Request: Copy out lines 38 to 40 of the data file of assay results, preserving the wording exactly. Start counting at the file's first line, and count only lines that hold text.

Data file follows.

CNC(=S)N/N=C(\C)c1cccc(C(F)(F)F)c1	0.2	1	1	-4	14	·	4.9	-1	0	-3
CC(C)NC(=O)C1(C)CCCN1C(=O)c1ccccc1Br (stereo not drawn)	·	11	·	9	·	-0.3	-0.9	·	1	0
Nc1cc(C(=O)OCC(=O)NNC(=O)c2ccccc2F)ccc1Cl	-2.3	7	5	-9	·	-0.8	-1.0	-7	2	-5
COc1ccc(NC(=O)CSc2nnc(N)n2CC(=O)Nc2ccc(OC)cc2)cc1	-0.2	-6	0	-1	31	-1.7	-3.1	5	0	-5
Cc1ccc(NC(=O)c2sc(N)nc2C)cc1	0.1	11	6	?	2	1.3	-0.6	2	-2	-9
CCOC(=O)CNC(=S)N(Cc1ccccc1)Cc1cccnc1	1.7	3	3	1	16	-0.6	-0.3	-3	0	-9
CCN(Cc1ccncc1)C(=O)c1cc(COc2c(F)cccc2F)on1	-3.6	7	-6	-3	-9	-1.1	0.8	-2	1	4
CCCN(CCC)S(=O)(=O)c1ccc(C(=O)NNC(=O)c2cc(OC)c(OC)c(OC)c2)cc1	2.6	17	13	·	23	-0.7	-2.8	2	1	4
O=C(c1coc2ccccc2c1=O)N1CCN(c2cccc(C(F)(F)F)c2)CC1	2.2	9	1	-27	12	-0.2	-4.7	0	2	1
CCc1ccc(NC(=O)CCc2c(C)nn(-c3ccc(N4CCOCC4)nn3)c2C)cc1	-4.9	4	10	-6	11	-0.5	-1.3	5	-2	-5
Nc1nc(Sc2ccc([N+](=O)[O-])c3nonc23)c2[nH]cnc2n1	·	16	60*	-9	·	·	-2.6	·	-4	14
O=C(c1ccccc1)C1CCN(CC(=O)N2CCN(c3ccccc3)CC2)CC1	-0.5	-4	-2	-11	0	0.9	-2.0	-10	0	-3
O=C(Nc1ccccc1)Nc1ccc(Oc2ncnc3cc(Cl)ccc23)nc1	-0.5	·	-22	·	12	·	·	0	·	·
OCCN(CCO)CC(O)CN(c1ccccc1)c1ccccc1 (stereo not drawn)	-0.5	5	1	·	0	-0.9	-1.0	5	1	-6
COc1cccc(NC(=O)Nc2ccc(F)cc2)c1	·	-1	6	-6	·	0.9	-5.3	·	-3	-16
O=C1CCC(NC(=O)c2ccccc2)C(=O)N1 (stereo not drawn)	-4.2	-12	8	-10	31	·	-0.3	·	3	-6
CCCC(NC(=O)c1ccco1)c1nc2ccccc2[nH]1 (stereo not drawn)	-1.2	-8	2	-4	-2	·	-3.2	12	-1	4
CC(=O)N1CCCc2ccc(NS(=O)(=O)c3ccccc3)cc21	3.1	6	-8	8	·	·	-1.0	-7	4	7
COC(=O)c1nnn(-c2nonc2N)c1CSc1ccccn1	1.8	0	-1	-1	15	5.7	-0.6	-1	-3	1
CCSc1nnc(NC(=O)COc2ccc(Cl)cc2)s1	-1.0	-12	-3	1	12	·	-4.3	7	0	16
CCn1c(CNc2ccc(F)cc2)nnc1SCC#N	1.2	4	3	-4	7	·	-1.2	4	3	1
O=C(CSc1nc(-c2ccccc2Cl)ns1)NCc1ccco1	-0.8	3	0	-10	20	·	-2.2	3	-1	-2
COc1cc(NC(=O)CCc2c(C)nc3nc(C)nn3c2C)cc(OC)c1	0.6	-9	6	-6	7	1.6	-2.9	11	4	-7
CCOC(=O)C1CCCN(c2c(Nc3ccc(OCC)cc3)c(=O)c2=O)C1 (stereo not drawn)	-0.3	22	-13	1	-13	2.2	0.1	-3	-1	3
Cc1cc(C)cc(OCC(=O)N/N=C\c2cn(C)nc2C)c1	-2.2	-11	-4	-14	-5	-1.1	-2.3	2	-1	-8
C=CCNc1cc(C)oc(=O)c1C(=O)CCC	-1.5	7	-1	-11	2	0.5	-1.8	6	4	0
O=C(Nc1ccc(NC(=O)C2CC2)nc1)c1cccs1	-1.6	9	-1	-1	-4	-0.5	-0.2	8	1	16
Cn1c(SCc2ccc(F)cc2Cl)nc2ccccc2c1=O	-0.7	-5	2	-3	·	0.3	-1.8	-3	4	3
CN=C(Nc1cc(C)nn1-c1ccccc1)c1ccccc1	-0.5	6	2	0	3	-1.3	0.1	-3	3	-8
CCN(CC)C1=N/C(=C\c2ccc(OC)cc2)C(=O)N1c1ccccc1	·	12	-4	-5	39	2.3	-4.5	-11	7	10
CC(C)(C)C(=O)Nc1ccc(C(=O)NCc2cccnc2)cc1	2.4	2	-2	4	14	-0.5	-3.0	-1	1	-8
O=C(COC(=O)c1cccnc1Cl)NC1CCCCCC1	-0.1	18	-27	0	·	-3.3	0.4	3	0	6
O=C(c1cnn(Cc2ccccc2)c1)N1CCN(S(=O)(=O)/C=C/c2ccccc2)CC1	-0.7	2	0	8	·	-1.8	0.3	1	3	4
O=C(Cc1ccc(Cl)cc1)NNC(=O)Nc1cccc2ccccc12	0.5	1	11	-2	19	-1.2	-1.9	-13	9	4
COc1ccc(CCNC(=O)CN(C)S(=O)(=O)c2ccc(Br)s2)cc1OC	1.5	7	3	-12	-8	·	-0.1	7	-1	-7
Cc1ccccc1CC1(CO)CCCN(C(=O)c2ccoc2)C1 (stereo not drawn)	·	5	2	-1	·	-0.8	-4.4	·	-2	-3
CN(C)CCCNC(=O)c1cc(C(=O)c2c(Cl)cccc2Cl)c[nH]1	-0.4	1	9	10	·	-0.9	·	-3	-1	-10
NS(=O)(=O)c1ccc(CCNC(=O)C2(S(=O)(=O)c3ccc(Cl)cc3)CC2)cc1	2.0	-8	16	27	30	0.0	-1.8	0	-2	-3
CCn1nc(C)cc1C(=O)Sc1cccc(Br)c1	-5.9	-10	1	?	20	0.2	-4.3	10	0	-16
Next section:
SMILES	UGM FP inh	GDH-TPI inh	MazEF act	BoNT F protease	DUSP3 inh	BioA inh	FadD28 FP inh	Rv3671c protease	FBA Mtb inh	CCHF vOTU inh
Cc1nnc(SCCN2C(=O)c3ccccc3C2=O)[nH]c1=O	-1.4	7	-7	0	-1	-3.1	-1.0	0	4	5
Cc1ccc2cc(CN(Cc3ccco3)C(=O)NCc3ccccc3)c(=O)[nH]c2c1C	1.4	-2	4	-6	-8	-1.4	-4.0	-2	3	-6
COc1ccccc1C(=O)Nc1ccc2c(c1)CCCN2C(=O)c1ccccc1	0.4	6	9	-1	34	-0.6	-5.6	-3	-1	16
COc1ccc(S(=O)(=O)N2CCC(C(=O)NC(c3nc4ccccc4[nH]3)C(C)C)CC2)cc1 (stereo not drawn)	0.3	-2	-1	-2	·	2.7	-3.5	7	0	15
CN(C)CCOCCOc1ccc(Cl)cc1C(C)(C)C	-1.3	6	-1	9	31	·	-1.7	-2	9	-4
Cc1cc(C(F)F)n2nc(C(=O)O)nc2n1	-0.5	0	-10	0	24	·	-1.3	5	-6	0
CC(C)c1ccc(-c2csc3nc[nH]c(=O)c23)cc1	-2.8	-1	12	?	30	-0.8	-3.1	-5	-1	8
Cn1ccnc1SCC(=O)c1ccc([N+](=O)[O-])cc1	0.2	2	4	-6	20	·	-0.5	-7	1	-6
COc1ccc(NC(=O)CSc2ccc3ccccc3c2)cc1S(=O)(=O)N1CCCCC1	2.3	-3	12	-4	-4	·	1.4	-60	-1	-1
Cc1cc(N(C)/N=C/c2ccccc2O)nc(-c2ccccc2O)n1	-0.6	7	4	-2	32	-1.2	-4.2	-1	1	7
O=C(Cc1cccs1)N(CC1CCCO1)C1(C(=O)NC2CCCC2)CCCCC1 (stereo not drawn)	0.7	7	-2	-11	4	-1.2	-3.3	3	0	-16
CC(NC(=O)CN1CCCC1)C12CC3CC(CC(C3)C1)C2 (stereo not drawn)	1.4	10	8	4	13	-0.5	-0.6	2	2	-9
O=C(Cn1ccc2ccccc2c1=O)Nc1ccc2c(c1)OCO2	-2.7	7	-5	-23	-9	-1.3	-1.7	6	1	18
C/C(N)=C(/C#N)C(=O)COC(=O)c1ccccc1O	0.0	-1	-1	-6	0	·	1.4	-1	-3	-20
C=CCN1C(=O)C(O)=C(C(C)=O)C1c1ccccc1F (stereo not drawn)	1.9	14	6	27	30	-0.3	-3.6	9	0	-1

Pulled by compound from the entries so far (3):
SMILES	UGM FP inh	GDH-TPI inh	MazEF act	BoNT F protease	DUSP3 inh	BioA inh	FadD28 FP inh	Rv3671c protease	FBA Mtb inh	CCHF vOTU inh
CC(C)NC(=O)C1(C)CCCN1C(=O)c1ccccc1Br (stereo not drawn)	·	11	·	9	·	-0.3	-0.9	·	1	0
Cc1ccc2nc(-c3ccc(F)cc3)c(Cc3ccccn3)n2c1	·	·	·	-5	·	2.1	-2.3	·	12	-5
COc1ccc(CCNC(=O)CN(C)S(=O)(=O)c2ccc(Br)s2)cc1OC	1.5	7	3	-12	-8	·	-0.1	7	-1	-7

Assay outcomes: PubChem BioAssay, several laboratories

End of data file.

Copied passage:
NS(=O)(=O)c1ccc(CCNC(=O)C2(S(=O)(=O)c3ccc(Cl)cc3)CC2)cc1	2.0	-8	16	27	30	0.0	-1.8	0	-2	-3
CCn1nc(C)cc1C(=O)Sc1cccc(Br)c1	-5.9	-10	1	?	20	0.2	-4.3	10	0	-16
Next section: